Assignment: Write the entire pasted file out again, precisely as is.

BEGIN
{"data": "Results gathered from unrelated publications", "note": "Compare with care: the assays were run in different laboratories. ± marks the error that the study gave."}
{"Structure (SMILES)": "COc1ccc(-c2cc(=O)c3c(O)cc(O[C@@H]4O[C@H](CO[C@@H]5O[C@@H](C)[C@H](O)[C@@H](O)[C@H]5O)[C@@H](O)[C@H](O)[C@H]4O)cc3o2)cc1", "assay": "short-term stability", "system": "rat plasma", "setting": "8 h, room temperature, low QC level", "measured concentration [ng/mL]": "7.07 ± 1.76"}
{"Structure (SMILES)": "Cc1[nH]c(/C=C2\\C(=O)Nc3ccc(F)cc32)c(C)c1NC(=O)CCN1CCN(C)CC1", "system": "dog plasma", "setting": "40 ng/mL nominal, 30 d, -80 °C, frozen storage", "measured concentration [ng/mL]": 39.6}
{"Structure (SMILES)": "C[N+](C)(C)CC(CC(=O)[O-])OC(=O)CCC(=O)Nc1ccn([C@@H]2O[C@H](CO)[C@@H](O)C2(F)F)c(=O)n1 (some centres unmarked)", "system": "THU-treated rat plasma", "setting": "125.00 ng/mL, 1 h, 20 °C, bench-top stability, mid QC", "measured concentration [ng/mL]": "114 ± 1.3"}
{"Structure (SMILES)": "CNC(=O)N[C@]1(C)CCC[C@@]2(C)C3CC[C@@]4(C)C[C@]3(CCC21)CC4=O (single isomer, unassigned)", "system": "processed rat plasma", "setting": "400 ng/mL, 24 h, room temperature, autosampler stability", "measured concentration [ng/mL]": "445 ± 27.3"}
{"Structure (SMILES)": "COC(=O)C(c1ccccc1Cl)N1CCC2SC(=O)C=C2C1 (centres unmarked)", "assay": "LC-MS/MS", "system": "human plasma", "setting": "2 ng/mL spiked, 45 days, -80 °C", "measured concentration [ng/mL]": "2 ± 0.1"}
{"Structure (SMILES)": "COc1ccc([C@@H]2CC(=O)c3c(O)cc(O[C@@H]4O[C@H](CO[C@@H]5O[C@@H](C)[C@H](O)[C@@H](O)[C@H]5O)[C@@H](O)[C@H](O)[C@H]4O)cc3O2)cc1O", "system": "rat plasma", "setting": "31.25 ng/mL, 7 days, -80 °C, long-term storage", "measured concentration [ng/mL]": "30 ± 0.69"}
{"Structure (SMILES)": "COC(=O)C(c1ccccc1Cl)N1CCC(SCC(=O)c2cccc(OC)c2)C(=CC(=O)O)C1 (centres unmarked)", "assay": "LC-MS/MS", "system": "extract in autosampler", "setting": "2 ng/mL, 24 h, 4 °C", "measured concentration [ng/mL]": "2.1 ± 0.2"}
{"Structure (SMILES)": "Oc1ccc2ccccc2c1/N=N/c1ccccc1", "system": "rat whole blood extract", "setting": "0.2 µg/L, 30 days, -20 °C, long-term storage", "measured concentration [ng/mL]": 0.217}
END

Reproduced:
{"data": "Results gathered from unrelated publications", "note": "Compare with care: the assays were run in different laboratories. ± marks the error that the study gave."}
{"Structure (SMILES)": "COc1ccc(-c2cc(=O)c3c(O)cc(O[C@@H]4O[C@H](CO[C@@H]5O[C@@H](C)[C@H](O)[C@@H](O)[C@H]5O)[C@@H](O)[C@H](O)[C@H]4O)cc3o2)cc1", "assay": "short-term stability", "system": "rat plasma", "setting": "8 h, room temperature, low QC level", "measured concentration [ng/mL]": "7.07 ± 1.76"}
{"Structure (SMILES)": "Cc1[nH]c(/C=C2\\C(=O)Nc3ccc(F)cc32)c(C)c1NC(=O)CCN1CCN(C)CC1", "system": "dog plasma", "setting": "40 ng/mL nominal, 30 d, -80 °C, frozen storage", "measured concentration [ng/mL]": 39.6}
{"Structure (SMILES)": "C[N+](C)(C)CC(CC(=O)[O-])OC(=O)CCC(=O)Nc1ccn([C@@H]2O[C@H](CO)[C@@H](O)C2(F)F)c(=O)n1 (some centres unmarked)", "system": "THU-treated rat plasma", "setting": "125.00 ng/mL, 1 h, 20 °C, bench-top stability, mid QC", "measured concentration [ng/mL]": "114 ± 1.3"}
{"Structure (SMILES)": "CNC(=O)N[C@]1(C)CCC[C@@]2(C)C3CC[C@@]4(C)C[C@]3(CCC21)CC4=O (single isomer, unassigned)", "system": "processed rat plasma", "setting": "400 ng/mL, 24 h, room temperature, autosampler stability", "measured concentration [ng/mL]": "445 ± 27.3"}
{"Structure (SMILES)": "COC(=O)C(c1ccccc1Cl)N1CCC2SC(=O)C=C2C1 (centres unmarked)", "assay": "LC-MS/MS", "system": "human plasma", "setting": "2 ng/mL spiked, 45 days, -80 °C", "measured concentration [ng/mL]": "2 ± 0.1"}
{"Structure (SMILES)": "COc1ccc([C@@H]2CC(=O)c3c(O)cc(O[C@@H]4O[C@H](CO[C@@H]5O[C@@H](C)[C@H](O)[C@@H](O)[C@H]5O)[C@@H](O)[C@H](O)[C@H]4O)cc3O2)cc1O", "system": "rat plasma", "setting": "31.25 ng/mL, 7 days, -80 °C, long-term storage", "measured concentration [ng/mL]": "30 ± 0.69"}
{"Structure (SMILES)": "COC(=O)C(c1ccccc1Cl)N1CCC(SCC(=O)c2cccc(OC)c2)C(=CC(=O)O)C1 (centres unmarked)", "assay": "LC-MS/MS", "system": "extract in autosampler", "setting": "2 ng/mL, 24 h, 4 °C", "measured concentration [ng/mL]": "2.1 ± 0.2"}
{"Structure (SMILES)": "Oc1ccc2ccccc2c1/N=N/c1ccccc1", "system": "rat whole blood extract", "setting": "0.2 µg/L, 30 days, -20 °C, long-term storage", "measured concentration [ng/mL]": 0.217}